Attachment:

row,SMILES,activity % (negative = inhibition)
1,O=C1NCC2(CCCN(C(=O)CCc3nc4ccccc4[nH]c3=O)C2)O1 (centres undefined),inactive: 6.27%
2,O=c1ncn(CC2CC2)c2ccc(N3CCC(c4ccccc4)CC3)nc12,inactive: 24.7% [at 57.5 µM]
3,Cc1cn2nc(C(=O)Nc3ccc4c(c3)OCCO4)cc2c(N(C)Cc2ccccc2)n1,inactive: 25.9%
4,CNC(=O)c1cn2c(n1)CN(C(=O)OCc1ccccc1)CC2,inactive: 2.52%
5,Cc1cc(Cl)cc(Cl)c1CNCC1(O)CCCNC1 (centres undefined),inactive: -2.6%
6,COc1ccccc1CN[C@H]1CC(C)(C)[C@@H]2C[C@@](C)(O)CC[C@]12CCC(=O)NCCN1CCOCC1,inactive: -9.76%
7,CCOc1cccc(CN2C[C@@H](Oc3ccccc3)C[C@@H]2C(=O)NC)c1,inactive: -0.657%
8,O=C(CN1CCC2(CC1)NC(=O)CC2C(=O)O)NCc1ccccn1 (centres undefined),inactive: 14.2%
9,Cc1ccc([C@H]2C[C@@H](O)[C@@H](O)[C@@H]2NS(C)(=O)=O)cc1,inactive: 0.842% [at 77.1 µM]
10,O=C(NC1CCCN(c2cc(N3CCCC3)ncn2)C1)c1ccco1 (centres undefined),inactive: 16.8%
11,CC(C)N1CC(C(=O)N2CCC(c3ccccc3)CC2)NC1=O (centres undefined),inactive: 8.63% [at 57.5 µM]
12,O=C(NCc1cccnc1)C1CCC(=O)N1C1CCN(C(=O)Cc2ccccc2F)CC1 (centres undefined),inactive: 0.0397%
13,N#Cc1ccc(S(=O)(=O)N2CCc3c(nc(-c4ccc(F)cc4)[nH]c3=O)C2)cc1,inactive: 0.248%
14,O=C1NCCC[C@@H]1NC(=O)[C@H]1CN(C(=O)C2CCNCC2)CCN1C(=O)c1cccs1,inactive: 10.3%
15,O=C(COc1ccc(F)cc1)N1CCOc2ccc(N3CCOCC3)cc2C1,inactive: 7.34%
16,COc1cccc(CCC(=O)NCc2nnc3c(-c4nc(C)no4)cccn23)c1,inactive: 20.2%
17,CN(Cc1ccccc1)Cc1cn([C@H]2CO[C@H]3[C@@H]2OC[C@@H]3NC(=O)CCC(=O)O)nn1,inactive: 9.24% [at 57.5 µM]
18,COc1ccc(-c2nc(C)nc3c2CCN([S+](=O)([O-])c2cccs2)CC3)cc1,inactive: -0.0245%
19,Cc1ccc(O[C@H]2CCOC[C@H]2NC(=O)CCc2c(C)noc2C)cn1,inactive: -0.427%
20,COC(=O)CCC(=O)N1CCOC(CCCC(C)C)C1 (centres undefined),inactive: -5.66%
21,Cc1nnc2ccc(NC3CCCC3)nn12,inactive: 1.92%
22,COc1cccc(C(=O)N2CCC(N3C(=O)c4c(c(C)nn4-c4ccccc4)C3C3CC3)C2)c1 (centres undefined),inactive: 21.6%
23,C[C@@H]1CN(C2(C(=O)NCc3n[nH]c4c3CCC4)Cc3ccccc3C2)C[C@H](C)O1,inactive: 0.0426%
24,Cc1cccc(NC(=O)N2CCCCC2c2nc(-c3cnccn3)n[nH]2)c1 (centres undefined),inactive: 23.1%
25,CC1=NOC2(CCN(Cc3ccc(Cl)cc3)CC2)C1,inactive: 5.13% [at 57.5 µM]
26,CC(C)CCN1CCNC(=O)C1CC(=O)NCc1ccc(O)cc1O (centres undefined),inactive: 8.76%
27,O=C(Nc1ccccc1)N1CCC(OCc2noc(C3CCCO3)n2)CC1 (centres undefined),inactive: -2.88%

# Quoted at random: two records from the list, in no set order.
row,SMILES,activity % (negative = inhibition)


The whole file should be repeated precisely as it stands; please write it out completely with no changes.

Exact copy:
row,SMILES,activity % (negative = inhibition)
1,O=C1NCC2(CCCN(C(=O)CCc3nc4ccccc4[nH]c3=O)C2)O1 (centres undefined),inactive: 6.27%
2,O=c1ncn(CC2CC2)c2ccc(N3CCC(c4ccccc4)CC3)nc12,inactive: 24.7% [at 57.5 µM]
3,Cc1cn2nc(C(=O)Nc3ccc4c(c3)OCCO4)cc2c(N(C)Cc2ccccc2)n1,inactive: 25.9%
4,CNC(=O)c1cn2c(n1)CN(C(=O)OCc1ccccc1)CC2,inactive: 2.52%
5,Cc1cc(Cl)cc(Cl)c1CNCC1(O)CCCNC1 (centres undefined),inactive: -2.6%
6,COc1ccccc1CN[C@H]1CC(C)(C)[C@@H]2C[C@@](C)(O)CC[C@]12CCC(=O)NCCN1CCOCC1,inactive: -9.76%
7,CCOc1cccc(CN2C[C@@H](Oc3ccccc3)C[C@@H]2C(=O)NC)c1,inactive: -0.657%
8,O=C(CN1CCC2(CC1)NC(=O)CC2C(=O)O)NCc1ccccn1 (centres undefined),inactive: 14.2%
9,Cc1ccc([C@H]2C[C@@H](O)[C@@H](O)[C@@H]2NS(C)(=O)=O)cc1,inactive: 0.842% [at 77.1 µM]
10,O=C(NC1CCCN(c2cc(N3CCCC3)ncn2)C1)c1ccco1 (centres undefined),inactive: 16.8%
11,CC(C)N1CC(C(=O)N2CCC(c3ccccc3)CC2)NC1=O (centres undefined),inactive: 8.63% [at 57.5 µM]
12,O=C(NCc1cccnc1)C1CCC(=O)N1C1CCN(C(=O)Cc2ccccc2F)CC1 (centres undefined),inactive: 0.0397%
13,N#Cc1ccc(S(=O)(=O)N2CCc3c(nc(-c4ccc(F)cc4)[nH]c3=O)C2)cc1,inactive: 0.248%
14,O=C1NCCC[C@@H]1NC(=O)[C@H]1CN(C(=O)C2CCNCC2)CCN1C(=O)c1cccs1,inactive: 10.3%
15,O=C(COc1ccc(F)cc1)N1CCOc2ccc(N3CCOCC3)cc2C1,inactive: 7.34%
16,COc1cccc(CCC(=O)NCc2nnc3c(-c4nc(C)no4)cccn23)c1,inactive: 20.2%
17,CN(Cc1ccccc1)Cc1cn([C@H]2CO[C@H]3[C@@H]2OC[C@@H]3NC(=O)CCC(=O)O)nn1,inactive: 9.24% [at 57.5 µM]
18,COc1ccc(-c2nc(C)nc3c2CCN([S+](=O)([O-])c2cccs2)CC3)cc1,inactive: -0.0245%
19,Cc1ccc(O[C@H]2CCOC[C@H]2NC(=O)CCc2c(C)noc2C)cn1,inactive: -0.427%
20,COC(=O)CCC(=O)N1CCOC(CCCC(C)C)C1 (centres undefined),inactive: -5.66%
21,Cc1nnc2ccc(NC3CCCC3)nn12,inactive: 1.92%
22,COc1cccc(C(=O)N2CCC(N3C(=O)c4c(c(C)nn4-c4ccccc4)C3C3CC3)C2)c1 (centres undefined),inactive: 21.6%
23,C[C@@H]1CN(C2(C(=O)NCc3n[nH]c4c3CCC4)Cc3ccccc3C2)C[C@H](C)O1,inactive: 0.0426%
24,Cc1cccc(NC(=O)N2CCCCC2c2nc(-c3cnccn3)n[nH]2)c1 (centres undefined),inactive: 23.1%
25,CC1=NOC2(CCN(Cc3ccc(Cl)cc3)CC2)C1,inactive: 5.13% [at 57.5 µM]
26,CC(C)CCN1CCNC(=O)C1CC(=O)NCc1ccc(O)cc1O (centres undefined),inactive: 8.76%
27,O=C(Nc1ccccc1)N1CCC(OCc2noc(C3CCCO3)n2)CC1 (centres undefined),inactive: -2.88%

# Quoted at random: two records from the list, in no set order.
row,SMILES,activity % (negative = inhibition)